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Rent Reform and What It Could Mean for NYC’s Multifamily Market – Commercial Observer

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Last year’s New York State elections saw Democrats gain control of the assembly, solidify their majority in the senate, and retain the governor’s office for a third term. The winning party has secured a government ‘trifecta’ last seen in 2008. Campaign rhetoric from Democratic candidates and Gov. Andrew Cuomo emphasized more stringent rent regulation as a means of tackling New York City’s affordable housing shortage. With the rent law expiring in June, it is likely that a new iteration will include measures aimed at further restricting rent growth for the city’s rent-regulated housing stock. The most consequential issues introduced by the City Council include proposals to end vacancy decontrol, to remove vacancy increases, to repeal the ability to increase preferential rents to their legal level upon lease expiration, and to make MCI (major capital improvements) and IAI (individual apartment improvements) rent increases temporary.


While giving middle- and lower-income New Yorkers access to high-quality and affordable housing is something almost anyone can get behind, economic research backed by case studies show trying to do so by imposing rent ceilings carries unintended and undesirable consequences. Rent regulation reduces the quality of stabilized housing by removing incentives for landlords to maintain and improve apartments. It makes market-rate housing less affordable by removing stabilized units from the supply side of the market equation and thereby adding to the upward pressure on rents. Finally, it hurts the very people it is meant to protect as rent-stabilized tenants gradually become immobile hostages in their apartments, bound by artificially low rent while prices around them surge to unaffordable levels. Implementing one or more of the above outlined measures will amplify the extent to which these issues manifest themselves in our city by widening the divide between stabilized and free-market rents even further.


Rent stabilized buildings traditionally trade at compressed capitalization rates because investors are willing to pay a premium for the opportunity to grow a rent roll toward the market rate over time. Removing vacancy increases, rescinding an owner’s right to increase rents from their preferential to their legal rent level upon lease expiration and limiting the ability to grow rents by means of IAI and MCI effectively eliminates any of this ‘upside’ potential. If these changes come to pass, prices for stabilized buildings will drop as capitalization rates expand in response to buyers demanding yields in line with investments that do not have an inherent income growth potential. Expect values for individual rent stabilized buildings to fall in proportion to the gap that exists between an asset’s legal rent roll and its market-rate potential. Meanwhile, the price of free-market properties will rise as they become more desirable by comparison.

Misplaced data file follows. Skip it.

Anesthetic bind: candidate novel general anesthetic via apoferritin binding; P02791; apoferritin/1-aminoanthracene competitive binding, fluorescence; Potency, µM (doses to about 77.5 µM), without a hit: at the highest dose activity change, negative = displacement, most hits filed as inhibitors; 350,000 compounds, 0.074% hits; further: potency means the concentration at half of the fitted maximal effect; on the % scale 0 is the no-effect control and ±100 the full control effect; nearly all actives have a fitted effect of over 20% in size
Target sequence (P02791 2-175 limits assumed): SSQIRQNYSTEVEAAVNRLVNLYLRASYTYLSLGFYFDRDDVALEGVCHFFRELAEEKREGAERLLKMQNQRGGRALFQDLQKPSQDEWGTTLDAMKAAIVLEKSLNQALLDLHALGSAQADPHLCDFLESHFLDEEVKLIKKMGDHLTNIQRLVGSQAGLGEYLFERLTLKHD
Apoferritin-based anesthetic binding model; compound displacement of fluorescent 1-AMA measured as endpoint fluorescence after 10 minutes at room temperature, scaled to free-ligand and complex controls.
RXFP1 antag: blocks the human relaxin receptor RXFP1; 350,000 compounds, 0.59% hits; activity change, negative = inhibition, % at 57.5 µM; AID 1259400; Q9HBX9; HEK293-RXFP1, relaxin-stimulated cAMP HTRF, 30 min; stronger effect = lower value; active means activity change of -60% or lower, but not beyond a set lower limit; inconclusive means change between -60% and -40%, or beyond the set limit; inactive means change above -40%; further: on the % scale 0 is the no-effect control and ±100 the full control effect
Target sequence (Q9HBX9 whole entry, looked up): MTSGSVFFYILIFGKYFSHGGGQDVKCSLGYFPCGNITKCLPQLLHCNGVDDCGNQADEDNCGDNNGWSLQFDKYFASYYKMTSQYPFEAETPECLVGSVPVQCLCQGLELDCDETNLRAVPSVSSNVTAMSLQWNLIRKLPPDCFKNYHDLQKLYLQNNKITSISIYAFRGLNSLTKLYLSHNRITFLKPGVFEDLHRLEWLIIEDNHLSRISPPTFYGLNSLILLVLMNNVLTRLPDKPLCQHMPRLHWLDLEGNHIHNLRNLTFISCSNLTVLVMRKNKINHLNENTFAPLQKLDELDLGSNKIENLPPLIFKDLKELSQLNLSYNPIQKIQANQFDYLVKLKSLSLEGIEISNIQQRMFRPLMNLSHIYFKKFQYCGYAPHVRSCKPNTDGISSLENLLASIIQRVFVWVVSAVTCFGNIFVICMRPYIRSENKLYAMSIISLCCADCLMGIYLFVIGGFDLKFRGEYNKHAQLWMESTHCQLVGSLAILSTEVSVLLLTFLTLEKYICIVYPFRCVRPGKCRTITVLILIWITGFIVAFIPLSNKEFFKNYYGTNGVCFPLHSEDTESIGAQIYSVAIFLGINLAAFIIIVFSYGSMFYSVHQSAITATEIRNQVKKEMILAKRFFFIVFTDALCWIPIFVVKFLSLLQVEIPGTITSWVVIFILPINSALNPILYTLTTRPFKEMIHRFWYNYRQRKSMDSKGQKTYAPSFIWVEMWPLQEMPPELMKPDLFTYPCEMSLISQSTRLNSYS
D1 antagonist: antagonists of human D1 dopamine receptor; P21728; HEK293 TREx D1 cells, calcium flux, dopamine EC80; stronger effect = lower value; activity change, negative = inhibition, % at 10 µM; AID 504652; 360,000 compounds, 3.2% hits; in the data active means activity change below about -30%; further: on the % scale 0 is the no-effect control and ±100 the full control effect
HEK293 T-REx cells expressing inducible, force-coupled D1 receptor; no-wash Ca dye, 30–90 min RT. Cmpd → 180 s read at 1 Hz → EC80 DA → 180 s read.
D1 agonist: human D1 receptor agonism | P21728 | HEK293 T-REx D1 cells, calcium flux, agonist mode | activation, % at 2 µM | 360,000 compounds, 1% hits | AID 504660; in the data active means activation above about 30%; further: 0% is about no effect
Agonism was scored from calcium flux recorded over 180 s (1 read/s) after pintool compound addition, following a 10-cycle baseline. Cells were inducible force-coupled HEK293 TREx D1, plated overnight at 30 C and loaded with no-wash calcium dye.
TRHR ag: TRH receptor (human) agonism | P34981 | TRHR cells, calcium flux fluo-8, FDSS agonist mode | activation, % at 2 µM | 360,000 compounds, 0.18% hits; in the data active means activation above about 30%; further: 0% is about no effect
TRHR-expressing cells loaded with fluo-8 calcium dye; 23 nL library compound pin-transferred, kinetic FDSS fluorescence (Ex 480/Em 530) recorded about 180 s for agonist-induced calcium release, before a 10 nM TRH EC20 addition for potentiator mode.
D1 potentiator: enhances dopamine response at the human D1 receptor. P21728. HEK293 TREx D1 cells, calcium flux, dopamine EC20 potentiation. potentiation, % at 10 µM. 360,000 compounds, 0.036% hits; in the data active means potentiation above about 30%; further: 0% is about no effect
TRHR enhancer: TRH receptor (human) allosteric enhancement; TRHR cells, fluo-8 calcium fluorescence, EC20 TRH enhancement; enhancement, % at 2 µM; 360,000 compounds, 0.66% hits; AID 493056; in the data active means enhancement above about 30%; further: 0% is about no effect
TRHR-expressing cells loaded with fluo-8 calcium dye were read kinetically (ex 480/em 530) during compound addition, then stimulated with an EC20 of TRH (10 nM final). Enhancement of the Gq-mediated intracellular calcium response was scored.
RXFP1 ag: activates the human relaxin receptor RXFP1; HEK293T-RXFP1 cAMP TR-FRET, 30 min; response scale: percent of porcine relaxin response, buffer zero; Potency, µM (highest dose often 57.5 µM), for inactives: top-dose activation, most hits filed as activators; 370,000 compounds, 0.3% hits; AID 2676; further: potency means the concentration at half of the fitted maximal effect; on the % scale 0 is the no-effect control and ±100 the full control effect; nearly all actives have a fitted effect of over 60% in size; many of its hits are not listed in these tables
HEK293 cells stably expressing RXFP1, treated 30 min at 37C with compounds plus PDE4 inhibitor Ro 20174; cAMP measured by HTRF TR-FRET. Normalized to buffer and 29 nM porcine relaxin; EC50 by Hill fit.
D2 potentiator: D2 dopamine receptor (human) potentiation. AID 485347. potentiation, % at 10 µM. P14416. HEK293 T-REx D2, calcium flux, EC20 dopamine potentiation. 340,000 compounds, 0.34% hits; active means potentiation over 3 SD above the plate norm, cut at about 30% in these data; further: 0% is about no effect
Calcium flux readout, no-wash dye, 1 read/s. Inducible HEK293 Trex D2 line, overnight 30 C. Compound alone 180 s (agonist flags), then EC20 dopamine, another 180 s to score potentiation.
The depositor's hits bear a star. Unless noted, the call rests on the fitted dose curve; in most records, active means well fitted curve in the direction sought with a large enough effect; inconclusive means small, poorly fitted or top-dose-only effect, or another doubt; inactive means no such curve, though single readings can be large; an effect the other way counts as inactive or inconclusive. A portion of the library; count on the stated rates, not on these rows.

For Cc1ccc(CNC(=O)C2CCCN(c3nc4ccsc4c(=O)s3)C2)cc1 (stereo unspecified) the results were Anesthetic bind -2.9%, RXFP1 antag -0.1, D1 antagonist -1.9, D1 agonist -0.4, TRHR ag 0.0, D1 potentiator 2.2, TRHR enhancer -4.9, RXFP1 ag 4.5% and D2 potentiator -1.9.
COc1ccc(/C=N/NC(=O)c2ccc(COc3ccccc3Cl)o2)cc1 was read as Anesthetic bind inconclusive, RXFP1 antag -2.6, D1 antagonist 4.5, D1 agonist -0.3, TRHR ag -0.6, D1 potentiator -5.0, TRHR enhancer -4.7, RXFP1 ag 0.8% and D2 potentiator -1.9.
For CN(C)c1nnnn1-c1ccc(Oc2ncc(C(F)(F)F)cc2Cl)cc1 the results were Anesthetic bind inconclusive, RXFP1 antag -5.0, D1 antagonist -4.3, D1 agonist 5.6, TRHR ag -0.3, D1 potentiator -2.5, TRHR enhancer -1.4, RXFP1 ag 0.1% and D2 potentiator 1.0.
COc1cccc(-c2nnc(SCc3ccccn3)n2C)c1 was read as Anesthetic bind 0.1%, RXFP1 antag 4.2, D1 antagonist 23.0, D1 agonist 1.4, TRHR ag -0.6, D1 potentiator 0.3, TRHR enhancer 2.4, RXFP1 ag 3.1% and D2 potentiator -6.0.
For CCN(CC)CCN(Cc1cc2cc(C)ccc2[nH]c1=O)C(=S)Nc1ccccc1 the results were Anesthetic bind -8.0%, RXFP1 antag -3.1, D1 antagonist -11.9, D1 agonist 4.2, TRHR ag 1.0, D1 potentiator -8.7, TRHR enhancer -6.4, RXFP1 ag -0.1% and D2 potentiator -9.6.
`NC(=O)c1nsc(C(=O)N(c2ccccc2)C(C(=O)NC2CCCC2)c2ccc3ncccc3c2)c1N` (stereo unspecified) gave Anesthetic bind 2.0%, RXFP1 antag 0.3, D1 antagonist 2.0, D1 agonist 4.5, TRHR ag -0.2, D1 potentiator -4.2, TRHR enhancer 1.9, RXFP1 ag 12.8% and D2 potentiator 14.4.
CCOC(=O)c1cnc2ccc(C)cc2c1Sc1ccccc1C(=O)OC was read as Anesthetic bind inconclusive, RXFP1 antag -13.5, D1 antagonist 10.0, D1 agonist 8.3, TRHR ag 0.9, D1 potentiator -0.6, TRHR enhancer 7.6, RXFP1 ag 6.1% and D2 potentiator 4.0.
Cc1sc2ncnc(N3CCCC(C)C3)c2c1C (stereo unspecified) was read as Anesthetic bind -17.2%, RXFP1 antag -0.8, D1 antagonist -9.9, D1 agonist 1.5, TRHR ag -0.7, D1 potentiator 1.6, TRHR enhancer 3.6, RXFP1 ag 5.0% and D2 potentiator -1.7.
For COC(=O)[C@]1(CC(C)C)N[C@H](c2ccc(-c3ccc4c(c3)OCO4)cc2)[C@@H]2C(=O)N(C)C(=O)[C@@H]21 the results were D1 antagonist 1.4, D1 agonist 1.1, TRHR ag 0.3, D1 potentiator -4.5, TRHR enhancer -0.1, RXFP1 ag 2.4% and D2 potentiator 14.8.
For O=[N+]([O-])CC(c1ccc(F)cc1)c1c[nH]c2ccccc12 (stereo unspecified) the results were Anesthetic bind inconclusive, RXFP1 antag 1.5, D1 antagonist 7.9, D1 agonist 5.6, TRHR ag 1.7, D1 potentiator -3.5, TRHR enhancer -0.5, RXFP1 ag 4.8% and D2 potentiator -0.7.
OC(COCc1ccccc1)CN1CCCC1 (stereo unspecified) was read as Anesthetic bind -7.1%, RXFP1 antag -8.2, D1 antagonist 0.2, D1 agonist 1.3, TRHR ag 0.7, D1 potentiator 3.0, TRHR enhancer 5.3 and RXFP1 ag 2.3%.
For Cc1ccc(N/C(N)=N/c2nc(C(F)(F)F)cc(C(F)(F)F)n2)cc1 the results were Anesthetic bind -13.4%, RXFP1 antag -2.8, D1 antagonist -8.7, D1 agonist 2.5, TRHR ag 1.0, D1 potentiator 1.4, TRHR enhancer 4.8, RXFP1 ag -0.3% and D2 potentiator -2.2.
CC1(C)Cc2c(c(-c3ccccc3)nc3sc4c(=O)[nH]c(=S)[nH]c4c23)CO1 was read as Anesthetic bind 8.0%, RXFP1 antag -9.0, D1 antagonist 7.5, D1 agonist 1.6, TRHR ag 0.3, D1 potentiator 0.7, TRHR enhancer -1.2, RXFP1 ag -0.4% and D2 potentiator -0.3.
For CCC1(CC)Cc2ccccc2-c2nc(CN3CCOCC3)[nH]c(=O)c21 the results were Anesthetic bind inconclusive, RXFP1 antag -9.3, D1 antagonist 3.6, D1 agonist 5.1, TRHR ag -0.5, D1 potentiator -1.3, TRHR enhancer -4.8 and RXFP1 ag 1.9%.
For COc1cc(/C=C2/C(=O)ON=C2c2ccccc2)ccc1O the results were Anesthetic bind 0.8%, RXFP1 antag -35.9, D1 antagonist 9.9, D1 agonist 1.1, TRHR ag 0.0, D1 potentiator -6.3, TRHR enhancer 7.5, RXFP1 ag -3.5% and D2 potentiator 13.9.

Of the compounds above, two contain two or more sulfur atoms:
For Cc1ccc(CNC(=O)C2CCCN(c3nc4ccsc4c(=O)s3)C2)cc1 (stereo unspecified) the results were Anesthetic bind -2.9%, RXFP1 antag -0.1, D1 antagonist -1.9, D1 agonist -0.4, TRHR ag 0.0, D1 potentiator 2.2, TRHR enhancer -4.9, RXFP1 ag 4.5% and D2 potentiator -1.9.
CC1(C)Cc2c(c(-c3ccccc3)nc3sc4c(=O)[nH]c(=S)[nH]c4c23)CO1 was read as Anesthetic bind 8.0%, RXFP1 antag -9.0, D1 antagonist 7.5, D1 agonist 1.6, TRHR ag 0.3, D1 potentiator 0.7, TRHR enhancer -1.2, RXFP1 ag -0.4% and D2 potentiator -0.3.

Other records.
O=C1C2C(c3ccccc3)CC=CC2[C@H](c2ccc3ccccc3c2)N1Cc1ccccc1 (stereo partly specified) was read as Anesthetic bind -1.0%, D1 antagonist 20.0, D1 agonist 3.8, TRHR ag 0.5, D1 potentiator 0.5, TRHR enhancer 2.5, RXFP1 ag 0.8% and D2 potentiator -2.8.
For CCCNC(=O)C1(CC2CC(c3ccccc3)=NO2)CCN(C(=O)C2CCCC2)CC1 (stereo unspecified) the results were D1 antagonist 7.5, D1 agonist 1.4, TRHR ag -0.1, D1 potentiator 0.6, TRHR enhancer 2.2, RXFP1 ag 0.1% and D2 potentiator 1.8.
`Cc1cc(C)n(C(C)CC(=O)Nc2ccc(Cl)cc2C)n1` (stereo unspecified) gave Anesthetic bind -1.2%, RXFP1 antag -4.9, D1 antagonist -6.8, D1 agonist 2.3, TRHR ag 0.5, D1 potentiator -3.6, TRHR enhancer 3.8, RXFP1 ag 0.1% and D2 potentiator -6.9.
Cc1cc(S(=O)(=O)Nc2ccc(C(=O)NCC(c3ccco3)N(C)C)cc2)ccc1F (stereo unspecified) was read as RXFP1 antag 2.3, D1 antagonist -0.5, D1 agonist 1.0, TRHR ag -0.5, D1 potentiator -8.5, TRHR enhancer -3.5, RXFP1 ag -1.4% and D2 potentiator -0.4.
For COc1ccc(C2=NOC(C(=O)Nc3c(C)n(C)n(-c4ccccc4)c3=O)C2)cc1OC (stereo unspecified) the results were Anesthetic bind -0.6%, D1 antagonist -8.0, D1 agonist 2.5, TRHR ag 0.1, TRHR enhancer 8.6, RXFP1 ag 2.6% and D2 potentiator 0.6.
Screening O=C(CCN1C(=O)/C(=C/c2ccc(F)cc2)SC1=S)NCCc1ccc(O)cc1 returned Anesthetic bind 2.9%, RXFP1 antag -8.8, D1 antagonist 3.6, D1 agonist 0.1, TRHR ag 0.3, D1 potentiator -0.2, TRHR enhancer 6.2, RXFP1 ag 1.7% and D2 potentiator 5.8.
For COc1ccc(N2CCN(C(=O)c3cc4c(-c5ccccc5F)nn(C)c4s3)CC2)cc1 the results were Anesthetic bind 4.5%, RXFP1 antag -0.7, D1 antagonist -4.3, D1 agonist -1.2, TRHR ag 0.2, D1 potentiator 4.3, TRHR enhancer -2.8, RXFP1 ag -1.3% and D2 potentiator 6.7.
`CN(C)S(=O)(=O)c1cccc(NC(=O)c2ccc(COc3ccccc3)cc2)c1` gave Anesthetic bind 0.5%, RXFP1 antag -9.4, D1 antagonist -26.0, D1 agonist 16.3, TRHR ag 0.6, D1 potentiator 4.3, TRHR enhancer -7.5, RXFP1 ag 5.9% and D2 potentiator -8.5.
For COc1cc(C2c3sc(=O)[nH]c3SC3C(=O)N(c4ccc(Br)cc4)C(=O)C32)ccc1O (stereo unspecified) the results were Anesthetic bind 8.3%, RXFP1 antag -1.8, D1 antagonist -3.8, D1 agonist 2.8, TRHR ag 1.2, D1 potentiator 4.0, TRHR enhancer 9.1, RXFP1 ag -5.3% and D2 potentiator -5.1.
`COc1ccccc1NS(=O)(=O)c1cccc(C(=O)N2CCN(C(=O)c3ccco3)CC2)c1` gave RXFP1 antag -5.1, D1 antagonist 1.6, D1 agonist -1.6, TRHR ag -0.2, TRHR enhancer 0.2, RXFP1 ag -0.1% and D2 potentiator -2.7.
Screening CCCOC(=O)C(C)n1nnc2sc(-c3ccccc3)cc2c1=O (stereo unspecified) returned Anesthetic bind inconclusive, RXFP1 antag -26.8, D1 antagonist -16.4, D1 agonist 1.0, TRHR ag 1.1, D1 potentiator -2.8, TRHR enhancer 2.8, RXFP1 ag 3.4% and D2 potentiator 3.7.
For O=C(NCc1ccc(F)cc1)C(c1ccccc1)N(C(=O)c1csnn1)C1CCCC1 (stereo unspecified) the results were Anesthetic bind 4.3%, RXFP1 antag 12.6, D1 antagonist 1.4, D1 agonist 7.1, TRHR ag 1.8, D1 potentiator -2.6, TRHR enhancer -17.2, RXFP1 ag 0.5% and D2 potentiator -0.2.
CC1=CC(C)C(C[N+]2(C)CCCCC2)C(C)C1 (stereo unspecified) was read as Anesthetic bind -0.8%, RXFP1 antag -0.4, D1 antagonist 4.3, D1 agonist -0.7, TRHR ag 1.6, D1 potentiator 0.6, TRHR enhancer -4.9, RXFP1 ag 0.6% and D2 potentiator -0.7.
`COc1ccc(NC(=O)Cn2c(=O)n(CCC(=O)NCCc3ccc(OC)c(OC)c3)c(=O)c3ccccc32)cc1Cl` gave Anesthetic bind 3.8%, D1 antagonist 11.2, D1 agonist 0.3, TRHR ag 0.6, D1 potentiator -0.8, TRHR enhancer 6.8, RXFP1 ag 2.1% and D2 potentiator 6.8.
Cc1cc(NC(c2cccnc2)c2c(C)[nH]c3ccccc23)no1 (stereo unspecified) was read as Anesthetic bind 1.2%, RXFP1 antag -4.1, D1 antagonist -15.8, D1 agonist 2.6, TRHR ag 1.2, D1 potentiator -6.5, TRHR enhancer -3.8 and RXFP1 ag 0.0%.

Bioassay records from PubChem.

The average price for rent-stabilized property has already dropped by approximately 20 percent since 2015 in response to rising interest rates and already tightening rent regulations. These included the removal of a four-year statute of limitations on past rent overcharges, a new requirement for purchasers in some low income and rezoned areas to produce a “certificate of non-harassment” and the Altman v. 285 West Fourth LLC ruling, which gave tenants legal grounds for challenging market-rate rents in formerly stabilized apartments until it was overturned in 2018.Repealing vacancy decontrol in particular poses a very significant threat to the value of stabilized property. It calls for all stabilized apartments to remain so regardless of any tenant turn-over or improvements, and for units previously destabilized to re-enter the system. Combined with the previously outlined policies being floated by both state and local politicians, over time it will create an environment where taxes and operating expenses outpace rent growth to a point where the gainful ownership of rent stabilized buildings becomes untenable. The disastrous consequences of such a scenario are illustrated by New York City’s urban blight of the 1970s, when a combination of economic hardship and landlords abandoning unprofitable rent-stabilized buildings en masse resulted in entire neighborhoods falling victim to fire and decay. Many of the measures that are now back on the political chopping block were implemented so as to help the city recover by making the ownership and operation of rent-stabilized property a viable investment.


Until there is more clarity, expect to see less deal velocity and dollar volume in the rent-stabilized property market as buyers struggle to account for unpredictable legislative risk in their underwriting. In the months ahead, owners of rent-stabilized buildings should hedge against this risk by pushing stabilized rents closer to market wherever legally possible. Landlords should not defer any opportunity to raise rents by renovating vacant apartments or implementing building-wide improvements. And while rattling the boat by increasing preferential rents upon lease expiration can be a challenge, the window of opportunity to do so might soon close. Now is the time to appeal to local and state representatives and make sure they are aware of the weight and far reaching implications their rent reform votes will have.